Living By The Land – Episode 12

“OH, dear!” a low voice came behind her, and she jumped and turned to see Edgar, one of the farmhands. “What’s happened here? Farmer Robert won’t be pleased with all this waste.”

Louisa burst into tears. The farmhand’s face changed instantly.

“Ah, there, now! It wasn’t your fault.” He came closer, putting out a long, thin hand to pat at her arm.

Louisa instinctively shied away and he stiffened.

“I’m sorry,” she said, not wanting to offend. “It was a bit of a shock. The handle broke.”

She proffered the pail and he glanced at it.

“Strange. Did you not feel it weakening?”

Louisa shook her head, feeling useless, and batted the stupid tears away.

“Well, why should you?” Edgar said hastily. “Look, you go and tell Martha and I’ll get some water on this lot. Can’t leave it here in this heat or we’ll all smell rotten by sundown, eh?”

It was kindly, if gruffly, said, and Louisa nodded.

“Thank you, Edgar. I’m sorry to make such a mess.”

“Could have happened to any of us, lass.”

Louisa swallowed.

“But it didn’t, did it?” she muttered as she turned to the dairy to report to Martha.

Needless to say, Martha was not best pleased.

“What will you make your precious cheese with now?” she demanded, shaking her head.

“I don’t know. I’m sorry, Martha, I . . .”

“Hush, now. It was an accident. I daresay the pail was getting old. Run along to Ambrose and get it mended, then I’ll see if we can get you some of Amelia’s milk. Go on, quickly. No time to waste.”

“Yes, Martha.” Louisa escaped gratefully.

In the yard Edgar was sloshing the milk away, chased by a horde of over-excited farm cats, and Louisa waved gratefully as she took the path up to the old stone barn where Ambrose the blacksmith could usually be found. He’d had a forge down in the village before but Farmer Robert had given him so much work that he now based himself on the farm.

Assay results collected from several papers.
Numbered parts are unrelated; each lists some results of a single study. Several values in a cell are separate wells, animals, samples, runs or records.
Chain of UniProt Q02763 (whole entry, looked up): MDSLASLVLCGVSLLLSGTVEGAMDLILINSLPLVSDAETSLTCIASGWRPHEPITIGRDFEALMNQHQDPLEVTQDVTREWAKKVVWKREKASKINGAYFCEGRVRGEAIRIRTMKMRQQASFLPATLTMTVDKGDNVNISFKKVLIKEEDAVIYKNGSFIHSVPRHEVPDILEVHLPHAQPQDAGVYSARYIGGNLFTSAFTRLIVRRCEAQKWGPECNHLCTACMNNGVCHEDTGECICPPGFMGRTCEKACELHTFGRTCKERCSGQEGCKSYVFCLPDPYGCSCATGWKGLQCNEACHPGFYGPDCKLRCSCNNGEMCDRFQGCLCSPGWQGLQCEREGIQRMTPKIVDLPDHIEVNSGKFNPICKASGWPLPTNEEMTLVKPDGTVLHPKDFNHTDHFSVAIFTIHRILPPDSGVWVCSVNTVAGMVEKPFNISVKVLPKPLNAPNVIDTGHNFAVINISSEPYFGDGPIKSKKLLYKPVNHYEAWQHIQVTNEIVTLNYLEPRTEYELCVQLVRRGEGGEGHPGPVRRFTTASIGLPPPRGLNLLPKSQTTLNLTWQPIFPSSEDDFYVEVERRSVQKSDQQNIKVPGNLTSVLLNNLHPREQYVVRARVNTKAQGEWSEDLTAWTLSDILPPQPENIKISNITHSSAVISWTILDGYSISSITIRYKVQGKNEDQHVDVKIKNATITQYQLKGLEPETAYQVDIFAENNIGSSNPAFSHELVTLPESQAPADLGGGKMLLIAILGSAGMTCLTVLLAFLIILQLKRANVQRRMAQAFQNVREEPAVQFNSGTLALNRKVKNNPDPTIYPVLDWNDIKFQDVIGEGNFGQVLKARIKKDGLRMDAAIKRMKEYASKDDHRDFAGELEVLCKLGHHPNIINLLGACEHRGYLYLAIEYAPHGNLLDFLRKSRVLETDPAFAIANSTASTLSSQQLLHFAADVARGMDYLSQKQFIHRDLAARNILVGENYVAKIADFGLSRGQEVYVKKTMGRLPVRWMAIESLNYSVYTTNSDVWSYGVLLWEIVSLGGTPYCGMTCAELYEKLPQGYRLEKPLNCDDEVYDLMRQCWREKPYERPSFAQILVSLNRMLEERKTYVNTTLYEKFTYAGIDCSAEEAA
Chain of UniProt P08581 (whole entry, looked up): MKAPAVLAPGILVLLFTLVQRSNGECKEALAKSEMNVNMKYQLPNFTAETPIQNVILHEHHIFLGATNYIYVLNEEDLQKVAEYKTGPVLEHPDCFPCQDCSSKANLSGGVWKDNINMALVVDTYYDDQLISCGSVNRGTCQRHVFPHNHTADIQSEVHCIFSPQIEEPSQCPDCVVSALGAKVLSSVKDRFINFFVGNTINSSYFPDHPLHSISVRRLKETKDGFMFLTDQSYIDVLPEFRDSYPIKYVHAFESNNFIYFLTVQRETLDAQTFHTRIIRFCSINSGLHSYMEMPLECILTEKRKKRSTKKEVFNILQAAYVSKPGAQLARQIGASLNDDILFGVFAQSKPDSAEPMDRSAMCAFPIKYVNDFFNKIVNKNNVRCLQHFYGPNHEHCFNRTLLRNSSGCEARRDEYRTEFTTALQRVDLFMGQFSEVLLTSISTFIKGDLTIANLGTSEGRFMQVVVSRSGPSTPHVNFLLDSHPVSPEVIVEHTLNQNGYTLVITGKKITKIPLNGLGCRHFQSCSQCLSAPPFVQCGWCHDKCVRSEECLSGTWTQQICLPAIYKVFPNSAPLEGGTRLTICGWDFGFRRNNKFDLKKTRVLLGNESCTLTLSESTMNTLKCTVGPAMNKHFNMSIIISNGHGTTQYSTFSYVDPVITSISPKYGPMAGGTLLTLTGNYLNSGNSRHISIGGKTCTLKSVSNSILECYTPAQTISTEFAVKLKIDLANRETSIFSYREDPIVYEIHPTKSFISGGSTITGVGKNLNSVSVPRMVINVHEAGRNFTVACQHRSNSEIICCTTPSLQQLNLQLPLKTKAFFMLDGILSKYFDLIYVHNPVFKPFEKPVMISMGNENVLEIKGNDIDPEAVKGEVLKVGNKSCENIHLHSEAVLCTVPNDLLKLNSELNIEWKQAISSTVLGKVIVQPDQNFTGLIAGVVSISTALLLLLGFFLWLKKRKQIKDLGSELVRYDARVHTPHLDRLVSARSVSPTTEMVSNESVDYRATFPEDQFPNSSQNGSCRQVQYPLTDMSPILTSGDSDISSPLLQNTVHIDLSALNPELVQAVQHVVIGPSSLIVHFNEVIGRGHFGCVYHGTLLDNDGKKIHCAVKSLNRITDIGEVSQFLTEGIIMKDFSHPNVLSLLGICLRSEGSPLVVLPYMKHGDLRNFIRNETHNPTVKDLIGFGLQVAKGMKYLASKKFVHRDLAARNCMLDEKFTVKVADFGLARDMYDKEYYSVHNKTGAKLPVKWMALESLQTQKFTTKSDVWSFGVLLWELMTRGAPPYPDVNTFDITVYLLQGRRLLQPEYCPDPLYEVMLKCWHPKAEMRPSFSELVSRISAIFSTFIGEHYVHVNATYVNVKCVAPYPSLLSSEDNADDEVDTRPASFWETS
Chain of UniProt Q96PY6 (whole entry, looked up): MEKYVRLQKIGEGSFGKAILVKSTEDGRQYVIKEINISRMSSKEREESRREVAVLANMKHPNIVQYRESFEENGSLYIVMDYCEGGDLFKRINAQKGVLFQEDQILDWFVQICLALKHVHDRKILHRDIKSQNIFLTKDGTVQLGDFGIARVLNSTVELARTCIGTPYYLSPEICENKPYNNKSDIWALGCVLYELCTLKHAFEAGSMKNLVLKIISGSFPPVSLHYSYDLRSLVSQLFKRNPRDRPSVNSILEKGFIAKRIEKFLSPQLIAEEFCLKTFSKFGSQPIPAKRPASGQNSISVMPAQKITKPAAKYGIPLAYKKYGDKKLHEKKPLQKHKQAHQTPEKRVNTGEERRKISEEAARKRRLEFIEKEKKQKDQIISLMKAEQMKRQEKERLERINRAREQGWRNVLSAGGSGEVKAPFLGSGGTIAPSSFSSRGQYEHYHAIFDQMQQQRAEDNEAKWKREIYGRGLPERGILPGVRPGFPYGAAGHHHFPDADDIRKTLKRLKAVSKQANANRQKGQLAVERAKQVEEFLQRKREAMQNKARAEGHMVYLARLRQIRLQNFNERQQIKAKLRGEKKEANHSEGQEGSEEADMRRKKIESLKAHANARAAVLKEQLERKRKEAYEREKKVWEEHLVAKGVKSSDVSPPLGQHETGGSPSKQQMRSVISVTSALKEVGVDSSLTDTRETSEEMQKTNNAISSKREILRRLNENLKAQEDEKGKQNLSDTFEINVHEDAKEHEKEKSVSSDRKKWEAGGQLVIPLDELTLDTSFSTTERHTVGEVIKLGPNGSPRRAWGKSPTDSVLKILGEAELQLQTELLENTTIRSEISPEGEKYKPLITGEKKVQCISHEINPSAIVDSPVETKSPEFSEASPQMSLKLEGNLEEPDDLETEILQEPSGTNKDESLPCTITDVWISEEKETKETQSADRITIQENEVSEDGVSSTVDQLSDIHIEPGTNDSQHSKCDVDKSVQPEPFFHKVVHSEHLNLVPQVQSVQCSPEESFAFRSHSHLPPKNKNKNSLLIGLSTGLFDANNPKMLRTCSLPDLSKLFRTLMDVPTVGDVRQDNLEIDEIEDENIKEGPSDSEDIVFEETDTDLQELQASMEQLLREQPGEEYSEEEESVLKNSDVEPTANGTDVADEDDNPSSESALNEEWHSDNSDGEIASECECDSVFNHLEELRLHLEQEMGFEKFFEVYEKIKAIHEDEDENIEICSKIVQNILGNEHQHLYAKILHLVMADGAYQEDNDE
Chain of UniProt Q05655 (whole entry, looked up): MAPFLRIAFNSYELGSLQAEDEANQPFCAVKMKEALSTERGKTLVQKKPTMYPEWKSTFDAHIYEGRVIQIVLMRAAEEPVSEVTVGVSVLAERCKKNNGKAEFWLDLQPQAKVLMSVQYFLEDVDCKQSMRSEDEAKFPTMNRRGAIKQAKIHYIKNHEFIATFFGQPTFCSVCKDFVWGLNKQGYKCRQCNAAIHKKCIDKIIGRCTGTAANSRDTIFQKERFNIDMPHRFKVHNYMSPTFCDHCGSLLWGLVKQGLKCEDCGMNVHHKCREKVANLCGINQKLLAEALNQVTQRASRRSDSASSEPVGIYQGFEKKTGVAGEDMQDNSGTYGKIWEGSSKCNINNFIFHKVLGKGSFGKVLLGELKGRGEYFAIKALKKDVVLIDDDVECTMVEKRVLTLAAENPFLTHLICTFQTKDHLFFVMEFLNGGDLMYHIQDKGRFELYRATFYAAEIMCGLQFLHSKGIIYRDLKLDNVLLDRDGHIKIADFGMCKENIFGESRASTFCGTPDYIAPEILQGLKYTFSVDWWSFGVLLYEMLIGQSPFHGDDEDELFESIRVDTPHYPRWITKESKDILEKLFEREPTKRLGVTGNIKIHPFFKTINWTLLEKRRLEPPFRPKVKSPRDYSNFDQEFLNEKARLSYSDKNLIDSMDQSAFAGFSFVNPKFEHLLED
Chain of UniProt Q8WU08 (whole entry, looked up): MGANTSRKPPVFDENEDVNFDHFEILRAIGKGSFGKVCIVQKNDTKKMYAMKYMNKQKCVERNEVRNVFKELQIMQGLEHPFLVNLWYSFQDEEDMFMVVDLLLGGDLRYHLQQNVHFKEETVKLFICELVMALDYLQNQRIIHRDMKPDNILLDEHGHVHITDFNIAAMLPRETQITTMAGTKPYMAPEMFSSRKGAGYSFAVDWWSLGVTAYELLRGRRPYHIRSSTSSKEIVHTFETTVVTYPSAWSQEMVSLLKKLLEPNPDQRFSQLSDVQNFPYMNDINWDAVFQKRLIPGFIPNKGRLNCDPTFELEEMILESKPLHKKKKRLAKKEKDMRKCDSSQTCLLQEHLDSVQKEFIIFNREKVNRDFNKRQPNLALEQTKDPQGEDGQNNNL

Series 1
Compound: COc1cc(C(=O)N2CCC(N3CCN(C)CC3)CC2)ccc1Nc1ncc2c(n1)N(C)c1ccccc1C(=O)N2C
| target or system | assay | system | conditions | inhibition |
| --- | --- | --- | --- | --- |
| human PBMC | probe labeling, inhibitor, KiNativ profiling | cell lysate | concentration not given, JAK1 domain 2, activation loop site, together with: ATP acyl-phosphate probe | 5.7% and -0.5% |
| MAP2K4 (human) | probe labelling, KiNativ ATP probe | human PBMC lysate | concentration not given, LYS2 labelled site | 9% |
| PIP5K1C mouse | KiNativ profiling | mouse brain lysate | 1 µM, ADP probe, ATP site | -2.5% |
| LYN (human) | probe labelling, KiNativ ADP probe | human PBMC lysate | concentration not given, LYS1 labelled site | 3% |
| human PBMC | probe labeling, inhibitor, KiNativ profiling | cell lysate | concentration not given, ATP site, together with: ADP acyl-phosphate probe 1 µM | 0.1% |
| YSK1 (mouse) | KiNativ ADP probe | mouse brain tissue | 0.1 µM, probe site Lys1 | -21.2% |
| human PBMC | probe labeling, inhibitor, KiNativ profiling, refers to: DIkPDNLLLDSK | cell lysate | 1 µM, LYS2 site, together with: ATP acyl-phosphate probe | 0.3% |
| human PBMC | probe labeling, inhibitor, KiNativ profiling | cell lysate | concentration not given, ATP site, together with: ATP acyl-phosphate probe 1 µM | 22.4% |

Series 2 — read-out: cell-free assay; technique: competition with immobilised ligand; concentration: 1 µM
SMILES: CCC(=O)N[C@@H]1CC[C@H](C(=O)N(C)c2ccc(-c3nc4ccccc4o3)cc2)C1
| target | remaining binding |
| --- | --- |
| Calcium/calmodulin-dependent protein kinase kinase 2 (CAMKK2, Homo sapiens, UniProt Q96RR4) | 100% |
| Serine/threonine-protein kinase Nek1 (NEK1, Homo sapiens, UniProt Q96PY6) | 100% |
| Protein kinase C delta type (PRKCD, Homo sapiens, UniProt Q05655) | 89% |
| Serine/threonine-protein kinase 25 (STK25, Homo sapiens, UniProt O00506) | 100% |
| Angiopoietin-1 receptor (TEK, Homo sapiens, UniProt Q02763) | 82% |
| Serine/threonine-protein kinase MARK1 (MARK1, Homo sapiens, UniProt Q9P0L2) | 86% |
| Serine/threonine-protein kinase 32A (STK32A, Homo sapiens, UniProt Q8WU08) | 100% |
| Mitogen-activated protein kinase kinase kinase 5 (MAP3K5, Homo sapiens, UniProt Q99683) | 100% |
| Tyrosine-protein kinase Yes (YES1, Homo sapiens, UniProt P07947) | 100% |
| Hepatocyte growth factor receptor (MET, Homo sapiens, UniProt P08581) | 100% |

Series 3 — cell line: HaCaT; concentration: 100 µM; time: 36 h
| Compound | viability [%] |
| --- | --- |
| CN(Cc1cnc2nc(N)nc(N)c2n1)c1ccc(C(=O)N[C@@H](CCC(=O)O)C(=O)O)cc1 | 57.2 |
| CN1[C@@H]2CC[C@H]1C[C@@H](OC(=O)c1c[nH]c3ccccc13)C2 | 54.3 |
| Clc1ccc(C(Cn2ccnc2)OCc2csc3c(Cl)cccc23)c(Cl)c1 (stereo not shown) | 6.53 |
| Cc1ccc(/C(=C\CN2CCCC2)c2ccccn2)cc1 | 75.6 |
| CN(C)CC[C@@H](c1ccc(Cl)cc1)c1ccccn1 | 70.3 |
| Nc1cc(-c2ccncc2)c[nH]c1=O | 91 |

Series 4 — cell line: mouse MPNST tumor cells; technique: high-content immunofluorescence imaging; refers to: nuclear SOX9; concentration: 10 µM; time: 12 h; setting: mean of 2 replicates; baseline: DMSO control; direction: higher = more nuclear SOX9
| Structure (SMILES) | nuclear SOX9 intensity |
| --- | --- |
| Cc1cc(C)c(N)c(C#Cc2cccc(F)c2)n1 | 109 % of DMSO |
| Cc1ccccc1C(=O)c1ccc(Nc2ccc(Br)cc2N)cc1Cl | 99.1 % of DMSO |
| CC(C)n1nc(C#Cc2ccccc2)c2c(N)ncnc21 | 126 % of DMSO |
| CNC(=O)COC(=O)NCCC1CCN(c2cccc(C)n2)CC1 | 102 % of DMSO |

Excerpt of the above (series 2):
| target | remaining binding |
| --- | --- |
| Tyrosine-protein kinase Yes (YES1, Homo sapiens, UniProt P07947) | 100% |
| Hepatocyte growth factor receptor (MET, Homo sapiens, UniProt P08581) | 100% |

Robert liked to have him on hand for any emergency repairs or to talk through ideas for new machinery, and the villagers didn’t mind coming out to get their horses shod or their tools mended. They were fascinated by Robert’s forward-thinking approach to farming and always welcomed the chance to sneak a peek at his next innovation – or “piece of madness”, depending on who you spoke to!

The insistent ping of hammer on metal told Louisa that Ambrose was at his anvil long before she got close enough to see. She paused in the big doorway, unwilling to interrupt, but he looked up immediately.

“You’re blocking my light.”

“I’m sorry.” Louisa stepped hastily aside. It seemed she was being a nuisance to everyone this morning!

“No matter.” The big smith turned a warm smile on her. “Just come round here a minute whilst I finish off.”

Louisa moved to the point he’d indicated and watched, spellbound, as he hammered at the glowing end of a long, dark piece of iron, turning it round the tip of his anvil to twist the unwieldy strip into an intricate knot.

“That’s amazing!” she blurted out as he lifted it to the light to check the symmetry.

“Thank you. It’s a railing for Robert’s new fencing. He wanted an original shape, so that’s what I’m giving him. One moment.”

He had plunged the metal back into the red-hot fire, and now he fixed it into a vice and, gripping it with heavy tongs, twisted it twice round, the flex of his big muscles belying how easy he made it look. When he had finished he released it and held it up to show Louisa the elegant corkscrew effect.

“There. Do you like it?”

“I do, very much. It’s beautiful.”

“I think so, but I find young ladies tend to prefer somewhat finer metal work.”

Louisa’s hand went automatically to her neck, around which hung her mother’s silver locket. It was something she treasured, though more for its emotional value than its looks.

Ambrose plunged the railing into cold water. There was a loud hiss and he disappeared momentarily in a cloud of steam. When he re-emerged he looked more closely at her.

“Louisa, isn’t it? The new girl?”

“That’s right. Louisa Harris, sir.”

Alison Cook